Solving installer shortages
You have heard ASA talk a great deal about the looming labor shortages our industry will face over the next 10 years and what our association is doing to help attract the next generation.
If you go to industry meetings, you’ve seen this trend coming. As distributors, we also have seen the significant labor shortages that our contractor customers are facing. In fact, most distributors know they have product sitting in the warehouse that is earmarked for specific jobs that our contractor customers can’t get to because they don’t have the labor to start the next project.
I think everyone will agree not only is there a pending crisis in installer shortages, but the crisis is already here. And if President Trump is successful with accelerating the economy, our labor problems are going to get bigger, faster.
ASA has been active in helping to find a long-term solution to not only our labor needs but those of our contractor customers as well. President Trump is all too familiar with our needs to find quality workers to install construction products. It’s advantageous to us to have a builder in the White House who understands the need for apprenticeship and attracting young talent to the trades.
Since the beginning of the year, our association has been working with other leading organizations, such as National Association of Home Builders, to guide the Trump administration to focus on the need for craft training in America and in our nation’s schools, particularly in our high schools.
In June, the president signed an executive order directing the Department of Labor to establish a taskforce to look at new ways of attracting and training the next generation of construction workers, factory workers and non-white-collar labor. The well-established apprenticeship programs that have worked for decades have become too bureaucratic, slow and non-responsive.
ASA was invited to attend that signing ceremony. As you read the executive order, it calls for the establishment of a 20-person taskforce. While representatives from the plumbing industry applied to serve on the taskforce, more than 400 applicants from major organizations such as the National Association of Manufacturers and the U.S. Chamber and Business Roundtable did as well.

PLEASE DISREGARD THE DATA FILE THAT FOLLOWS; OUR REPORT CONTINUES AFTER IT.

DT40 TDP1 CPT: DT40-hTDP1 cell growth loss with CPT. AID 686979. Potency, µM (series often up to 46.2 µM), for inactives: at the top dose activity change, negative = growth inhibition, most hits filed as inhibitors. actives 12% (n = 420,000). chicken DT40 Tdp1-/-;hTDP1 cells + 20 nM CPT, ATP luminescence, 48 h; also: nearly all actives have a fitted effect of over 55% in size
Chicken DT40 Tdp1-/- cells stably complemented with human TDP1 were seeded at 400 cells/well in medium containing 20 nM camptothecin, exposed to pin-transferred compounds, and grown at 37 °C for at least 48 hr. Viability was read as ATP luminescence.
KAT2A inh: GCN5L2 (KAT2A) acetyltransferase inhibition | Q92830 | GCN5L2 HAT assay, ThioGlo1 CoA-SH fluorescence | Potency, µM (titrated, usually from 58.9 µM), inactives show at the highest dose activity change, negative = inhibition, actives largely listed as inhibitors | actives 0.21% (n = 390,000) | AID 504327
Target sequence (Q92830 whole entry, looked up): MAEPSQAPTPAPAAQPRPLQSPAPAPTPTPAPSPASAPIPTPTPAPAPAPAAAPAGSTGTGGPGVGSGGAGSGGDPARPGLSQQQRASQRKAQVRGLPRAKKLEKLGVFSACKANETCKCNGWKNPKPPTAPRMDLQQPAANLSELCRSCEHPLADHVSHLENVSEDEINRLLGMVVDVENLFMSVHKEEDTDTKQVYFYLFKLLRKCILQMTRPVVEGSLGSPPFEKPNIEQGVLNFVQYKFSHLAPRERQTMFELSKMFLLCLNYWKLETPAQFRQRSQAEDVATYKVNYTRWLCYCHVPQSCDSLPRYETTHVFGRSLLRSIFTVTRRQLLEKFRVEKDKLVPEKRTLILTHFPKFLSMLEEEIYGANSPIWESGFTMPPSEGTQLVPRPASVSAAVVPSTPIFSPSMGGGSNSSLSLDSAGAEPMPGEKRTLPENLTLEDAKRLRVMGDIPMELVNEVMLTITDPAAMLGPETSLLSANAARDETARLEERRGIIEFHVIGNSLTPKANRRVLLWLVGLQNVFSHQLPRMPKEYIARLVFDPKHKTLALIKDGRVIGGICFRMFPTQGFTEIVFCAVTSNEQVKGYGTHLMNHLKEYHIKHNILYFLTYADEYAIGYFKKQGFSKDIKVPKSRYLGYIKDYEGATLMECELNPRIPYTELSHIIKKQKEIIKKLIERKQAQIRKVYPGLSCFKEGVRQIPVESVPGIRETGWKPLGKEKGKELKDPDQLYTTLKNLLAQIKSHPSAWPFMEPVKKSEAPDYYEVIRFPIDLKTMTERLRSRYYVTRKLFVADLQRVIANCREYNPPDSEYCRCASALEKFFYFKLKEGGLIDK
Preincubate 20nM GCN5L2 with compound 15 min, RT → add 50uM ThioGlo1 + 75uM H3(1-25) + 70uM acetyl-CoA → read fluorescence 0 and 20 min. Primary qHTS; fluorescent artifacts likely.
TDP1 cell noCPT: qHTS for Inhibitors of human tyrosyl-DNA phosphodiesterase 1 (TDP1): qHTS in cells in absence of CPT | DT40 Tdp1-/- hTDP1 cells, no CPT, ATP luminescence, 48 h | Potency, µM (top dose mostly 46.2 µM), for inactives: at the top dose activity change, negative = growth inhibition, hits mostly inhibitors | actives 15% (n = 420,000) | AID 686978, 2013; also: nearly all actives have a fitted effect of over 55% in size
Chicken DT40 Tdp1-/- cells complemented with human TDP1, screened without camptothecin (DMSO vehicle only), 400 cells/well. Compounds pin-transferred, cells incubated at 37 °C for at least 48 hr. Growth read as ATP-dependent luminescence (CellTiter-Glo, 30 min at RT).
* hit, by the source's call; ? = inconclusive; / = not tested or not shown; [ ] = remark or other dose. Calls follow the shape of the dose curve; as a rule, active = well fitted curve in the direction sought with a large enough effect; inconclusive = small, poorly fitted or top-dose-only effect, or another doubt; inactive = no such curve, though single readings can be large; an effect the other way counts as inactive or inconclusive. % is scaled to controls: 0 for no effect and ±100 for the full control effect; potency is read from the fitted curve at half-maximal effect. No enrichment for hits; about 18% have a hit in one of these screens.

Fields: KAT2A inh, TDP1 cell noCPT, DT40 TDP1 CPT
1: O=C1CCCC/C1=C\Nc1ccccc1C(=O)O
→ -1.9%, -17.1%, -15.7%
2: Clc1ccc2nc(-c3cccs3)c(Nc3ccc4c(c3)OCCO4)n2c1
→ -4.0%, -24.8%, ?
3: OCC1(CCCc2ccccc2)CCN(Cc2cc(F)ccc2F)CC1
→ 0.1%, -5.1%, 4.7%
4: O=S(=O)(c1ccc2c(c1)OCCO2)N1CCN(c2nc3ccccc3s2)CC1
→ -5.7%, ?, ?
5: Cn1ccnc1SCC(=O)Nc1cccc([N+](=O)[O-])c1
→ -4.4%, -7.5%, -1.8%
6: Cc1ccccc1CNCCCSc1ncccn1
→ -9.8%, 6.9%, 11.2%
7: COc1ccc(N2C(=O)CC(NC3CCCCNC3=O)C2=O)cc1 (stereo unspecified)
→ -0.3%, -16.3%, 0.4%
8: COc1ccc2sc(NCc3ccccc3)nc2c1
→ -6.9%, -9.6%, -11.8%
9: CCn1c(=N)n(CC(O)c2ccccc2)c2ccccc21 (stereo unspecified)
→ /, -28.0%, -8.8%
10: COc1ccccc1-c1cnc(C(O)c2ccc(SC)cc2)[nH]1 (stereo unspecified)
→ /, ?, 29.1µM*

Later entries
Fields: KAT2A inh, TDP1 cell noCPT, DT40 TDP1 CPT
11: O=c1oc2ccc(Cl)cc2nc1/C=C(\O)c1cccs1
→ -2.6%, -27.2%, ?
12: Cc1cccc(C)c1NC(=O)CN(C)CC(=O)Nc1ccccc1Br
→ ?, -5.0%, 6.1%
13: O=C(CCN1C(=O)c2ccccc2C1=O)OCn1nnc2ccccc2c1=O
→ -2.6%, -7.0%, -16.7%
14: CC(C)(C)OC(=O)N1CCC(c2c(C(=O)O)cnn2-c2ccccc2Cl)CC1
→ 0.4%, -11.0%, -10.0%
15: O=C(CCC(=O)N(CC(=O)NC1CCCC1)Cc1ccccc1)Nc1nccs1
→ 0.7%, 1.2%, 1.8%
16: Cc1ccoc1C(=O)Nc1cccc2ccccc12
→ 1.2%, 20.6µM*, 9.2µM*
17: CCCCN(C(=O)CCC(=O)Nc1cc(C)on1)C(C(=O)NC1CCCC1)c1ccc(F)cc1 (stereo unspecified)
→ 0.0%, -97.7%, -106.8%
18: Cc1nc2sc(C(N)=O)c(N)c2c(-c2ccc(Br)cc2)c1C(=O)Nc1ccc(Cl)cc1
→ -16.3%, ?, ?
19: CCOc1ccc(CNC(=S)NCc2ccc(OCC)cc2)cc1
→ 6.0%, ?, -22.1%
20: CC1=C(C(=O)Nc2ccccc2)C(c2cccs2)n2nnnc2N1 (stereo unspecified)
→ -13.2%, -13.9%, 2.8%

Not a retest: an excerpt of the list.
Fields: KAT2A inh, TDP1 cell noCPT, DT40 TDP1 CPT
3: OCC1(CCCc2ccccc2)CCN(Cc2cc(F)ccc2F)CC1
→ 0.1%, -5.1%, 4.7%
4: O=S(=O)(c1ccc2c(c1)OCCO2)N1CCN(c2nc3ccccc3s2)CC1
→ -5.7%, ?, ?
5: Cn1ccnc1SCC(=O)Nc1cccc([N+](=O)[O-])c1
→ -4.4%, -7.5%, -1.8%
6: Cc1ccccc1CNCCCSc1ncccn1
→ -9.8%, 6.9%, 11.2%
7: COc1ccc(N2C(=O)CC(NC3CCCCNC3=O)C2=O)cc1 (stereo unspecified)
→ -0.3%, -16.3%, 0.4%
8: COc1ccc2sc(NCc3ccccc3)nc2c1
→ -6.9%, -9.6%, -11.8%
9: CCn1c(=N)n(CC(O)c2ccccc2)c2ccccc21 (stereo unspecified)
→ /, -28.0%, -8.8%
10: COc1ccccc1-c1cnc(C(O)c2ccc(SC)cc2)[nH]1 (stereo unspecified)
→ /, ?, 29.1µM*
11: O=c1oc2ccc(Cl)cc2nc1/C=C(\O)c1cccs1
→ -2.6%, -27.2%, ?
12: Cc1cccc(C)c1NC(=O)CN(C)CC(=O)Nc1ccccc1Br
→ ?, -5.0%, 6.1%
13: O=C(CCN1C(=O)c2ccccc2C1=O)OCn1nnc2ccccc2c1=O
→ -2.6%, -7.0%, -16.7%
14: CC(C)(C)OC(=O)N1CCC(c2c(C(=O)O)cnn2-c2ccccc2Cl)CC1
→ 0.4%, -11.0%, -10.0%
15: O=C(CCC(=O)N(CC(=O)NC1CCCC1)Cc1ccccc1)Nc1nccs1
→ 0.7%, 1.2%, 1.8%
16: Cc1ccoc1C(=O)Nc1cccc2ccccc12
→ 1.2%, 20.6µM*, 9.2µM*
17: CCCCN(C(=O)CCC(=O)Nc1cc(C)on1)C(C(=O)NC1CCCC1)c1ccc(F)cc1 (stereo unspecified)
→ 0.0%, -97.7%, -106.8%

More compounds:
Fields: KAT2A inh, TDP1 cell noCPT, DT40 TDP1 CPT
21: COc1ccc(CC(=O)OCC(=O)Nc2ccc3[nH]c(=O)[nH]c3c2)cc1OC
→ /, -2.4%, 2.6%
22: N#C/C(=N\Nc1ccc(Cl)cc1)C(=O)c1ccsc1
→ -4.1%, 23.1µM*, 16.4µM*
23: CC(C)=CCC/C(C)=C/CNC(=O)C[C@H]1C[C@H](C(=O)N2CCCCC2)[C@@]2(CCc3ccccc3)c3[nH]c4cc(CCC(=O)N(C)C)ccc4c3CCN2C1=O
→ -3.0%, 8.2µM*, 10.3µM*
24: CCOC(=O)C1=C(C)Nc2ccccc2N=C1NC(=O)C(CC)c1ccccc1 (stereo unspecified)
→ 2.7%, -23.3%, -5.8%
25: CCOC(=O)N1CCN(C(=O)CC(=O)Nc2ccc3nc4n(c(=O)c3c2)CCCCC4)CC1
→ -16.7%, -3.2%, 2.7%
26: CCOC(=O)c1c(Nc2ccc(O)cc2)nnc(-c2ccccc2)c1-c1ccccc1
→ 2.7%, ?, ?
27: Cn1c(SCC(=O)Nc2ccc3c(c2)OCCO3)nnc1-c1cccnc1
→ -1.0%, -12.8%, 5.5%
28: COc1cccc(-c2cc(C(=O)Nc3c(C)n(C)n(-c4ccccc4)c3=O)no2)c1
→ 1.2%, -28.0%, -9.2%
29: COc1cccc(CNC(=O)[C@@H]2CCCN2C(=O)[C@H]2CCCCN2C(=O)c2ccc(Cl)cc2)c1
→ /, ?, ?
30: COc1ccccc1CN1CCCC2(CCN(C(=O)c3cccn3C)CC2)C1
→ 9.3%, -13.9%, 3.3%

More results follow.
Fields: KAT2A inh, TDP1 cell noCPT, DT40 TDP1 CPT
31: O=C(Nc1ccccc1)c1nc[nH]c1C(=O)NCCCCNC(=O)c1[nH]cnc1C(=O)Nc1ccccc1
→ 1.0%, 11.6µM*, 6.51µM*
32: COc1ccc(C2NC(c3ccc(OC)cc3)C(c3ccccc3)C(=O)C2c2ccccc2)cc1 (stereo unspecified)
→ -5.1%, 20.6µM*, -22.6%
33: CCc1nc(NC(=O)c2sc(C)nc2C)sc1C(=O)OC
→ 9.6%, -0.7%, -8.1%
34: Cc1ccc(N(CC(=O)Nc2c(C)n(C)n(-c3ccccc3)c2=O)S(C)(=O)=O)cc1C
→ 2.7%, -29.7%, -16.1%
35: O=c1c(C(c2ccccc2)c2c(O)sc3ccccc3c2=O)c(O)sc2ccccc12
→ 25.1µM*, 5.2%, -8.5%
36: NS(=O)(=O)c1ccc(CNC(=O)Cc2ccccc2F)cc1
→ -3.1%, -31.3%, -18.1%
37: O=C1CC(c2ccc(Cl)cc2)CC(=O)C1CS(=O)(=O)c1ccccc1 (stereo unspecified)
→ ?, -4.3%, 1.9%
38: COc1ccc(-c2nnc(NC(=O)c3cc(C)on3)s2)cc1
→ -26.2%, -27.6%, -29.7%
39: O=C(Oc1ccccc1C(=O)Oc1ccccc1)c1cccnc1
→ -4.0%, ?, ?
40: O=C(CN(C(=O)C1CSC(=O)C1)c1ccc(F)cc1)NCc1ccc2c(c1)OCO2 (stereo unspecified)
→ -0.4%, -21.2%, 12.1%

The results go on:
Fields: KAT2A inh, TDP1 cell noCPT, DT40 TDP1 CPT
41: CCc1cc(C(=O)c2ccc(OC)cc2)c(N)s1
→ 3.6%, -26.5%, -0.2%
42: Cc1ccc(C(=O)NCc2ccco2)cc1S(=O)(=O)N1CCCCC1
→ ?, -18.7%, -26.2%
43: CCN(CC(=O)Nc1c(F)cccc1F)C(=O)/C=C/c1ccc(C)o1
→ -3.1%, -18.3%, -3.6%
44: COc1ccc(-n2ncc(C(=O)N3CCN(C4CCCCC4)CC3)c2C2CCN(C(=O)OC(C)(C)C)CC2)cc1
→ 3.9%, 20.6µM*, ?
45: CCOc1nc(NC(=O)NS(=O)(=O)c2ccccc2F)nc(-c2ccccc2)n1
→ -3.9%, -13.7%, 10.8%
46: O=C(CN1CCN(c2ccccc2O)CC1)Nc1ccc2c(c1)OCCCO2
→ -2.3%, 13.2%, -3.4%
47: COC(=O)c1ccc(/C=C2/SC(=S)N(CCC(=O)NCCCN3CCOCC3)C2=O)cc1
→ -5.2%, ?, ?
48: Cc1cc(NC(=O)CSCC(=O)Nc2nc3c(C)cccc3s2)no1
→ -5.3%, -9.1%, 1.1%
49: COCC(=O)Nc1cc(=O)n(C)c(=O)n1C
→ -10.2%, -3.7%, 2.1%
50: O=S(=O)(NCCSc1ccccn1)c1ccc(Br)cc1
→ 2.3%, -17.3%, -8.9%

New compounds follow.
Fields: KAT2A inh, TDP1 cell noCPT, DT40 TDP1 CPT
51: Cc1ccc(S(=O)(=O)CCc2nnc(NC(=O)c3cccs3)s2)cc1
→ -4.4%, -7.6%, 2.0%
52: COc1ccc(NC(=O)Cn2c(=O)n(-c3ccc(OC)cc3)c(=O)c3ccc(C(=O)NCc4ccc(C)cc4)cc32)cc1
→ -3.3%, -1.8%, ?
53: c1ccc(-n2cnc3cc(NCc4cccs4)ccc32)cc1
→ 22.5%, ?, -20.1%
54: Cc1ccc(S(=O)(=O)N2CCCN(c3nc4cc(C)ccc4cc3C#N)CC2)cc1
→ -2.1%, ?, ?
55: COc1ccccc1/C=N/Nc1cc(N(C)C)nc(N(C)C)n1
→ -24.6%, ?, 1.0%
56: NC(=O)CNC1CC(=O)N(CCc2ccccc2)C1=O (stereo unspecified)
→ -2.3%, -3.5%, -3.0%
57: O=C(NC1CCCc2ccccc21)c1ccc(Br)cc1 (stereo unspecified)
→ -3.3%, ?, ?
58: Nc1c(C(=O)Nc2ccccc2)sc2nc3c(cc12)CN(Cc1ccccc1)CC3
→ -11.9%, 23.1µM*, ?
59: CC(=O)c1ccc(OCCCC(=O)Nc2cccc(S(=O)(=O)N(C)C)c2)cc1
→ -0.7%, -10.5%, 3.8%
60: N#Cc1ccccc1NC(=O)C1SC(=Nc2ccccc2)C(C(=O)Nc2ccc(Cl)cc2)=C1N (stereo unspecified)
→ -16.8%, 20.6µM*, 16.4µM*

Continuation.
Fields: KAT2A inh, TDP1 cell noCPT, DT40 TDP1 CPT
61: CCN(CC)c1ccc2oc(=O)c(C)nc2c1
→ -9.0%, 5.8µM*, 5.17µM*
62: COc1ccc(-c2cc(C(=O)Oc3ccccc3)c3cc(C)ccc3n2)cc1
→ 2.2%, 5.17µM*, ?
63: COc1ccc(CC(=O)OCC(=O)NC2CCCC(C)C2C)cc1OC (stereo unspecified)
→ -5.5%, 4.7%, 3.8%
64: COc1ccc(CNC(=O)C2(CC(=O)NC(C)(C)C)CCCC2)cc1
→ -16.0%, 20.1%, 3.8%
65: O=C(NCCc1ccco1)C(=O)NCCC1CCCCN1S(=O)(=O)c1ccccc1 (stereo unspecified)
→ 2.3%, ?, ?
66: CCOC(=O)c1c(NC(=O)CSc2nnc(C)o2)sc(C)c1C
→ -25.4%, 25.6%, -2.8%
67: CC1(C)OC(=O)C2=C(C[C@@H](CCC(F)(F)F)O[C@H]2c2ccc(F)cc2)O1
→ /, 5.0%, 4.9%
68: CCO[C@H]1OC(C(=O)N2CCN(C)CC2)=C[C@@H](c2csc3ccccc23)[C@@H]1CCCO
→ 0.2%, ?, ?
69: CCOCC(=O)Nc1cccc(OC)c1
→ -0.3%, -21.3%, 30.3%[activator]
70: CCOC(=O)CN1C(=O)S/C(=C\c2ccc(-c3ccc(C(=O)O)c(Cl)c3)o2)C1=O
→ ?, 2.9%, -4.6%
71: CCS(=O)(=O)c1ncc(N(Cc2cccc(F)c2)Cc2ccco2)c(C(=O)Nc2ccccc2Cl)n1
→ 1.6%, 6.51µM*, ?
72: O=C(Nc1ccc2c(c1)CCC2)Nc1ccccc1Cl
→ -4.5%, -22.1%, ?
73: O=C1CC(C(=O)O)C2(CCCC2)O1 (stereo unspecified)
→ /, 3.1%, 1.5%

While hundreds of industries are looking to have input into the outcome of this task group, ASA has exhibited its leadership in a bold and visionary way. On Sept. 14, ASA organized an industry delegation of leading manufacturers, distributors and contractors to meet with White House officials to present our plan to recruit, train and retain future plumbers and pipe fitters. Our attendees were impressed by the level of commitment of the participants from the White House who support real solutions, as well as their interest in building up our labor force for several reasons.
First, there is the benefit of job creation and economic growth. Second, is the nation’s ability to update infrastructure and lastly is the fact careers in our industry are there for our next generation to earn a great wage and rebuild the nation’s middle class.
What impressed me the most is while other industries are trying to figure out what to do or simply waiting to see what will come out of the DOL apprenticeship taskforce recommendations, ASA has unified the entire industry channel behind a big and bold vision that has impressed the White House.
We believe our bold ideas have made an impact on the White House’s effort. We were extremely pleased to hear the president say while delivering a speech in front of a refinery in North Dakota that “the nation needs to train more plumbers and pipe fitters.”
The president doesn’t say something like that by accident. Folks in the White House are talking about our bold plan to start 1,000 high-school applied-technology programs focused on plumbing, totally supported by our industry and ASA members.
We believe this is the only viable course to solve the decades of neglect in promoting the value of an apprenticeship in favor of schools, guidance counselors and parents blindly pushing high-school students toward a college path.
No amount of advertising can impact a young person’s mind better than having them exposed to career opportunities that exist in the trades while they still are in high school and by giving them a chance to try it.
This meeting was a first step and we are prepared to work with the administration and all our industry partners in providing quality, cost-efficient and responsive installation.